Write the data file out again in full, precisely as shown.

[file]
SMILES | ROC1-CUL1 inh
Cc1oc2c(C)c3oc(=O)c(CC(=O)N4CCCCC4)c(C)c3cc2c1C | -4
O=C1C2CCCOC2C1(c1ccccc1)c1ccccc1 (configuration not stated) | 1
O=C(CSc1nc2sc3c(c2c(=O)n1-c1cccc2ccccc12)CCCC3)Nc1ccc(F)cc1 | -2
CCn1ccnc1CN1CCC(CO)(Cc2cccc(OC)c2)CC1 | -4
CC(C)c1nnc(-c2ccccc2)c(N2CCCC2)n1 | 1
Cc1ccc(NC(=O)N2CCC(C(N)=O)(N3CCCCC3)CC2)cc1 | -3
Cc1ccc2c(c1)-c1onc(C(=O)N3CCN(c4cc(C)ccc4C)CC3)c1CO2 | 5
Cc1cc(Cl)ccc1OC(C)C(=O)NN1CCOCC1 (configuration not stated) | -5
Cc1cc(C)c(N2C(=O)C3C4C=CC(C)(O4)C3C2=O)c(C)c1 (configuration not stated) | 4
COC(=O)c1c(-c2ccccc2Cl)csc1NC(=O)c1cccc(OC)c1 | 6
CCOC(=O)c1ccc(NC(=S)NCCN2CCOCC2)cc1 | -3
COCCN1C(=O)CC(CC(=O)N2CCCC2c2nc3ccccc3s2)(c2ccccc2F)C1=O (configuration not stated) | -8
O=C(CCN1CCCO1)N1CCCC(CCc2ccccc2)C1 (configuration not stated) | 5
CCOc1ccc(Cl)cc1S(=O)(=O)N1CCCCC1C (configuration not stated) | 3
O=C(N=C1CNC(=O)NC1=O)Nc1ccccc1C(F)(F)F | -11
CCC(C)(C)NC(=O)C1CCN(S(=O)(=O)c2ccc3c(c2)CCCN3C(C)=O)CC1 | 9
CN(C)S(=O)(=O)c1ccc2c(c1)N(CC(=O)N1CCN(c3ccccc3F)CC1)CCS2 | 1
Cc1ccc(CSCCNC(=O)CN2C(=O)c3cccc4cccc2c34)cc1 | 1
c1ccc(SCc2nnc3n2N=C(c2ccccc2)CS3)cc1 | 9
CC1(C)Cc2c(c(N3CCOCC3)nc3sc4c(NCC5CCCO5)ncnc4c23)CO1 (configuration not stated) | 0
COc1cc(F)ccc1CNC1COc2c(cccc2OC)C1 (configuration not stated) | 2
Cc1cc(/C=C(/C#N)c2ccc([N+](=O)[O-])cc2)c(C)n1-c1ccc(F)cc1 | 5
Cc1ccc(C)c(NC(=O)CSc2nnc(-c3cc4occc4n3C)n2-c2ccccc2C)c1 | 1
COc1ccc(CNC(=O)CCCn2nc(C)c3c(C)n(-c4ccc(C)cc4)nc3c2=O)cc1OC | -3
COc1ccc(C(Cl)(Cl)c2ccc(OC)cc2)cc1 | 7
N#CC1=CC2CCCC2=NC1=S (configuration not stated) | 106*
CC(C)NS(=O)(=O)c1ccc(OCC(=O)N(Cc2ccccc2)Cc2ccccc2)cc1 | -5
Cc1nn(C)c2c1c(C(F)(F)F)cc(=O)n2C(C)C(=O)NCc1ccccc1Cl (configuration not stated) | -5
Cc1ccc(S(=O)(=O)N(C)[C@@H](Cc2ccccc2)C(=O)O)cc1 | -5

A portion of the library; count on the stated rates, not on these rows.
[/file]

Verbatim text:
SMILES | ROC1-CUL1 inh
Cc1oc2c(C)c3oc(=O)c(CC(=O)N4CCCCC4)c(C)c3cc2c1C | -4
O=C1C2CCCOC2C1(c1ccccc1)c1ccccc1 (configuration not stated) | 1
O=C(CSc1nc2sc3c(c2c(=O)n1-c1cccc2ccccc12)CCCC3)Nc1ccc(F)cc1 | -2
CCn1ccnc1CN1CCC(CO)(Cc2cccc(OC)c2)CC1 | -4
CC(C)c1nnc(-c2ccccc2)c(N2CCCC2)n1 | 1
Cc1ccc(NC(=O)N2CCC(C(N)=O)(N3CCCCC3)CC2)cc1 | -3
Cc1ccc2c(c1)-c1onc(C(=O)N3CCN(c4cc(C)ccc4C)CC3)c1CO2 | 5
Cc1cc(Cl)ccc1OC(C)C(=O)NN1CCOCC1 (configuration not stated) | -5
Cc1cc(C)c(N2C(=O)C3C4C=CC(C)(O4)C3C2=O)c(C)c1 (configuration not stated) | 4
COC(=O)c1c(-c2ccccc2Cl)csc1NC(=O)c1cccc(OC)c1 | 6
CCOC(=O)c1ccc(NC(=S)NCCN2CCOCC2)cc1 | -3
COCCN1C(=O)CC(CC(=O)N2CCCC2c2nc3ccccc3s2)(c2ccccc2F)C1=O (configuration not stated) | -8
O=C(CCN1CCCO1)N1CCCC(CCc2ccccc2)C1 (configuration not stated) | 5
CCOc1ccc(Cl)cc1S(=O)(=O)N1CCCCC1C (configuration not stated) | 3
O=C(N=C1CNC(=O)NC1=O)Nc1ccccc1C(F)(F)F | -11
CCC(C)(C)NC(=O)C1CCN(S(=O)(=O)c2ccc3c(c2)CCCN3C(C)=O)CC1 | 9
CN(C)S(=O)(=O)c1ccc2c(c1)N(CC(=O)N1CCN(c3ccccc3F)CC1)CCS2 | 1
Cc1ccc(CSCCNC(=O)CN2C(=O)c3cccc4cccc2c34)cc1 | 1
c1ccc(SCc2nnc3n2N=C(c2ccccc2)CS3)cc1 | 9
CC1(C)Cc2c(c(N3CCOCC3)nc3sc4c(NCC5CCCO5)ncnc4c23)CO1 (configuration not stated) | 0
COc1cc(F)ccc1CNC1COc2c(cccc2OC)C1 (configuration not stated) | 2
Cc1cc(/C=C(/C#N)c2ccc([N+](=O)[O-])cc2)c(C)n1-c1ccc(F)cc1 | 5
Cc1ccc(C)c(NC(=O)CSc2nnc(-c3cc4occc4n3C)n2-c2ccccc2C)c1 | 1
COc1ccc(CNC(=O)CCCn2nc(C)c3c(C)n(-c4ccc(C)cc4)nc3c2=O)cc1OC | -3
COc1ccc(C(Cl)(Cl)c2ccc(OC)cc2)cc1 | 7
N#CC1=CC2CCCC2=NC1=S (configuration not stated) | 106*
CC(C)NS(=O)(=O)c1ccc(OCC(=O)N(Cc2ccccc2)Cc2ccccc2)cc1 | -5
Cc1nn(C)c2c1c(C(F)(F)F)cc(=O)n2C(C)C(=O)NCc1ccccc1Cl (configuration not stated) | -5
Cc1ccc(S(=O)(=O)N(C)[C@@H](Cc2ccccc2)C(=O)O)cc1 | -5

A portion of the library; count on the stated rates, not on these rows.